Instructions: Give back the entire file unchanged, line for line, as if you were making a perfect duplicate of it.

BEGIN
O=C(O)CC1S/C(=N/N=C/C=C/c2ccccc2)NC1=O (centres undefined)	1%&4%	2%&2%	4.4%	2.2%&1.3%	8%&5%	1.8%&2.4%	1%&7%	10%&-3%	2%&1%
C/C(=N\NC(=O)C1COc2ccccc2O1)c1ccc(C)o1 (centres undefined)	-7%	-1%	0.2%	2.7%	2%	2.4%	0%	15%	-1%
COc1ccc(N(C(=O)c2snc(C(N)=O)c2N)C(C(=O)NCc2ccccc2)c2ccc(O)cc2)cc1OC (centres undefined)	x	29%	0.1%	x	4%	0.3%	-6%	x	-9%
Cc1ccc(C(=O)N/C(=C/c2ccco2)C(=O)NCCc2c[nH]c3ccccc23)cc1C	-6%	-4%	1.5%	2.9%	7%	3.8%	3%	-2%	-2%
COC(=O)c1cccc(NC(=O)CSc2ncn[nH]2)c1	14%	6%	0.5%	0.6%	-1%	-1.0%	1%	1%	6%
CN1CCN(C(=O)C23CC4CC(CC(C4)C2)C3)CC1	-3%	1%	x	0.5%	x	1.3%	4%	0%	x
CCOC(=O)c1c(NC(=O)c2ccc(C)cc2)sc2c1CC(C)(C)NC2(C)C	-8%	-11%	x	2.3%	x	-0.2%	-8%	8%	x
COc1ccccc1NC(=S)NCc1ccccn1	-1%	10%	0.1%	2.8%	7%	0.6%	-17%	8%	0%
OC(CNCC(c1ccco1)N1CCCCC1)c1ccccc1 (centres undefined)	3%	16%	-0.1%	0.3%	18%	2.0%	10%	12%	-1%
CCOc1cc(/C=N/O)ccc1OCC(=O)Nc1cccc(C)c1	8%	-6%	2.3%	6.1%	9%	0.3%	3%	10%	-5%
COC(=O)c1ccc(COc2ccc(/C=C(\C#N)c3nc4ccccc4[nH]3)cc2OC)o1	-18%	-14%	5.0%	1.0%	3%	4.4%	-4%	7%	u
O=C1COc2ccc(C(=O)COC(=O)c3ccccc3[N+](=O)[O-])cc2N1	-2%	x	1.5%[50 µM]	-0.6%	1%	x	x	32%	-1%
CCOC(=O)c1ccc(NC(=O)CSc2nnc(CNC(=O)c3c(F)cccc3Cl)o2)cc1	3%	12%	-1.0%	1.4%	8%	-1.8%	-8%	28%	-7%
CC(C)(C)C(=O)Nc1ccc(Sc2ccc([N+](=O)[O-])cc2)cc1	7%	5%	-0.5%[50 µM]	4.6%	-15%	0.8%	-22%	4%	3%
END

O=C(O)CC1S/C(=N/N=C/C=C/c2ccccc2)NC1=O (centres undefined)	1%&4%	2%&2%	4.4%	2.2%&1.3%	8%&5%	1.8%&2.4%	1%&7%	10%&-3%	2%&1%
C/C(=N\NC(=O)C1COc2ccccc2O1)c1ccc(C)o1 (centres undefined)	-7%	-1%	0.2%	2.7%	2%	2.4%	0%	15%	-1%
COc1ccc(N(C(=O)c2snc(C(N)=O)c2N)C(C(=O)NCc2ccccc2)c2ccc(O)cc2)cc1OC (centres undefined)	x	29%	0.1%	x	4%	0.3%	-6%	x	-9%
Cc1ccc(C(=O)N/C(=C/c2ccco2)C(=O)NCCc2c[nH]c3ccccc23)cc1C	-6%	-4%	1.5%	2.9%	7%	3.8%	3%	-2%	-2%
COC(=O)c1cccc(NC(=O)CSc2ncn[nH]2)c1	14%	6%	0.5%	0.6%	-1%	-1.0%	1%	1%	6%
CN1CCN(C(=O)C23CC4CC(CC(C4)C2)C3)CC1	-3%	1%	x	0.5%	x	1.3%	4%	0%	x
CCOC(=O)c1c(NC(=O)c2ccc(C)cc2)sc2c1CC(C)(C)NC2(C)C	-8%	-11%	x	2.3%	x	-0.2%	-8%	8%	x
COc1ccccc1NC(=S)NCc1ccccn1	-1%	10%	0.1%	2.8%	7%	0.6%	-17%	8%	0%
OC(CNCC(c1ccco1)N1CCCCC1)c1ccccc1 (centres undefined)	3%	16%	-0.1%	0.3%	18%	2.0%	10%	12%	-1%
CCOc1cc(/C=N/O)ccc1OCC(=O)Nc1cccc(C)c1	8%	-6%	2.3%	6.1%	9%	0.3%	3%	10%	-5%
COC(=O)c1ccc(COc2ccc(/C=C(\C#N)c3nc4ccccc4[nH]3)cc2OC)o1	-18%	-14%	5.0%	1.0%	3%	4.4%	-4%	7%	u
O=C1COc2ccc(C(=O)COC(=O)c3ccccc3[N+](=O)[O-])cc2N1	-2%	x	1.5%[50 µM]	-0.6%	1%	x	x	32%	-1%
CCOC(=O)c1ccc(NC(=O)CSc2nnc(CNC(=O)c3c(F)cccc3Cl)o2)cc1	3%	12%	-1.0%	1.4%	8%	-1.8%	-8%	28%	-7%
CC(C)(C)C(=O)Nc1ccc(Sc2ccc([N+](=O)[O-])cc2)cc1	7%	5%	-0.5%[50 µM]	4.6%	-15%	0.8%	-22%	4%	3%